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Vaccine Procedure

The shingles vaccine is given in two doses, which should be separated by 2 to 6 months. Healthcare professionals usually inject the vaccine into the upper arm.

You can be vaccinated if you have a mild illness, such as a cold. If you feel severely ill or have a temperature over 101.3 degrees, postpone vaccination until you've recovered. Sometimes the vaccine causes soreness in the upper arm, so try to schedule vaccinations on days when you won't need to use your arm frequently.

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Side Effects

The most common side effect of the shingles vaccine is soreness at the injection site. Other potential side effects include redness or swelling around the injection site, fatigue, headache, nausea, fever, and abdominal pain.

In rare cases, the vaccine may have serious side effects such as rapid heartbeat, dizziness, or weakness. Hives, swelling in the face or throat, and difficulty breathing may be signs of an allergic reaction. Notify a healthcare professional immediately if you experience serious side effects or allergy symptoms.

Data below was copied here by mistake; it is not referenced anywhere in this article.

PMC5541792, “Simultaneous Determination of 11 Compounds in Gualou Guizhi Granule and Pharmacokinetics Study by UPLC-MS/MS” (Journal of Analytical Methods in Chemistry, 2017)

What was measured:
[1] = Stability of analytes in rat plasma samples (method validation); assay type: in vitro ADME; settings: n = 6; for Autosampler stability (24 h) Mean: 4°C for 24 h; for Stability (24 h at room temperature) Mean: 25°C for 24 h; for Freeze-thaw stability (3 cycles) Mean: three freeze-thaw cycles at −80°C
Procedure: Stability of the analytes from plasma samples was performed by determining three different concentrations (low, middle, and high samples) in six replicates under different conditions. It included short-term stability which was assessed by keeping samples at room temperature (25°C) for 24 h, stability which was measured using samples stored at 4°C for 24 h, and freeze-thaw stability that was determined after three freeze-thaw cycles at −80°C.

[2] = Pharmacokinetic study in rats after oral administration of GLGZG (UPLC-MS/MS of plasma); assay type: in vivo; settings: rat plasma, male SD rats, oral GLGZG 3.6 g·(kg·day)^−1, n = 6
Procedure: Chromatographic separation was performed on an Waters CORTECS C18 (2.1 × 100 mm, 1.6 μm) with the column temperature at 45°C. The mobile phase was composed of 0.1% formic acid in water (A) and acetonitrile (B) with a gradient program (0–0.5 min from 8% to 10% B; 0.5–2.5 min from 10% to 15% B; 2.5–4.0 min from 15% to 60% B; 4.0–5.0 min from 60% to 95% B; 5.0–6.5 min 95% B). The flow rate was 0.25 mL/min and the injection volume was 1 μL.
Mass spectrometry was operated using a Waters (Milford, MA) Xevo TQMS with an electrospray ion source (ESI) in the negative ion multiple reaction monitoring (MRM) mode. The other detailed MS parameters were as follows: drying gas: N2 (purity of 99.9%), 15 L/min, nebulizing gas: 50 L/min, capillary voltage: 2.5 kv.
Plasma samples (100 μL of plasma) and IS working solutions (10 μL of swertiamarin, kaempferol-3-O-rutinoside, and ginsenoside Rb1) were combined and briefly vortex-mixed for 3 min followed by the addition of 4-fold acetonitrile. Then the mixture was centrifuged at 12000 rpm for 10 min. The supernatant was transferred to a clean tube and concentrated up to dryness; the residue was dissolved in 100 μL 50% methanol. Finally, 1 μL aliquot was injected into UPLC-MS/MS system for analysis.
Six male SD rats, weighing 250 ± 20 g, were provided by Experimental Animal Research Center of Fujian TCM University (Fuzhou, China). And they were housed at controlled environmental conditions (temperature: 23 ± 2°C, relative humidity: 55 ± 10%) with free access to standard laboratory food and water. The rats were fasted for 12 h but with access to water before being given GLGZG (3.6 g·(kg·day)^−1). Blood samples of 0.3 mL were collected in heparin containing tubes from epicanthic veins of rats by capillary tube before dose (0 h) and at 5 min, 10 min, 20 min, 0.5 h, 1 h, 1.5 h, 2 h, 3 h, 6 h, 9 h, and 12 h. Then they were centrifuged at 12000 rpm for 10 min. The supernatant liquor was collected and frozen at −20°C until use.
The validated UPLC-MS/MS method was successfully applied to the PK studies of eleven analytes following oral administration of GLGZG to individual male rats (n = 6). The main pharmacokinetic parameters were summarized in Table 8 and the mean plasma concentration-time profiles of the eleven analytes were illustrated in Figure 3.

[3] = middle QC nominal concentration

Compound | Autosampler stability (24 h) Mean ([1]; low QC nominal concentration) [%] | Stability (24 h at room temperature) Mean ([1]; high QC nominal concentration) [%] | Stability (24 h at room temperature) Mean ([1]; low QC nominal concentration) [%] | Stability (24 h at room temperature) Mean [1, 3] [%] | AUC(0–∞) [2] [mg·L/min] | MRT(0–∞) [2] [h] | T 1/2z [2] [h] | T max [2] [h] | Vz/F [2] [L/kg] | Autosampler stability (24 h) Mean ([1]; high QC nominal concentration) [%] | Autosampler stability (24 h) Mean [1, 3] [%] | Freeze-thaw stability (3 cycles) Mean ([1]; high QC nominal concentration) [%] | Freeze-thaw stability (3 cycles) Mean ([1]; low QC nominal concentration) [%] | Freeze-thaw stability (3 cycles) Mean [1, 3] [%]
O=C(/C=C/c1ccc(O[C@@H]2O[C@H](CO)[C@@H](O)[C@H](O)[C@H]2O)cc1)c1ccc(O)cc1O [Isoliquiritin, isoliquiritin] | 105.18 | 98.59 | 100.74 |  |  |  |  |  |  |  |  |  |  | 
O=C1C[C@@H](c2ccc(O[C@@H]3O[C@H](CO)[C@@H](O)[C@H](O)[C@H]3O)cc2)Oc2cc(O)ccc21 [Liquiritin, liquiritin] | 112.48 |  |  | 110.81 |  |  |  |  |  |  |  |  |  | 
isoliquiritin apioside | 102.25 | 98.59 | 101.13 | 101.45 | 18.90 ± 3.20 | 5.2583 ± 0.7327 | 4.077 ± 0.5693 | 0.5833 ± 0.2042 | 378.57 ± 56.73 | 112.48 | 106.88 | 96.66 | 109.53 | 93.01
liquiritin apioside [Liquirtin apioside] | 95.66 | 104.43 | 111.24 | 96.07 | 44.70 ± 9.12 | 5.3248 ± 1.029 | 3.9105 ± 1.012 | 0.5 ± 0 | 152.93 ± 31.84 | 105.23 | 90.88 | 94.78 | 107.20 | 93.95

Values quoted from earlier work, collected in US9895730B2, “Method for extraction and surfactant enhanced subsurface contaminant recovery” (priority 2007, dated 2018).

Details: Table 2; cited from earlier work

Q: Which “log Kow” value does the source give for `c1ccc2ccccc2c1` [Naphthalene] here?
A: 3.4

shoulder skin redness after vaccination Oleksandra Troian / Getty Images
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Chickenpox Exposure

It's a good idea to get a shingles vaccine even if you don't remember having chickenpox. Approximately 99% of Americans born before 1980, and the vast majority of those born later, have been exposed to the varicella-zoster virus.

Exposure doesn't always cause illness. Some people never experience any symptoms of chickenpox, but they can still carry the dormant virus and develop shingles later in life.

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Chickenpox Vaccine vs. Shingles Vaccine

The shingles and chickenpox vaccines protect people from the same virus, but the vaccines aren't interchangeable. People that are vaccinated for chickenpox can still develop shingles.

In some cases, before administering the shingles vaccine, a doctor may recommend a blood test to confirm immunity to chickenpox. If the test is negative, the chickenpox vaccine may be more appropriate.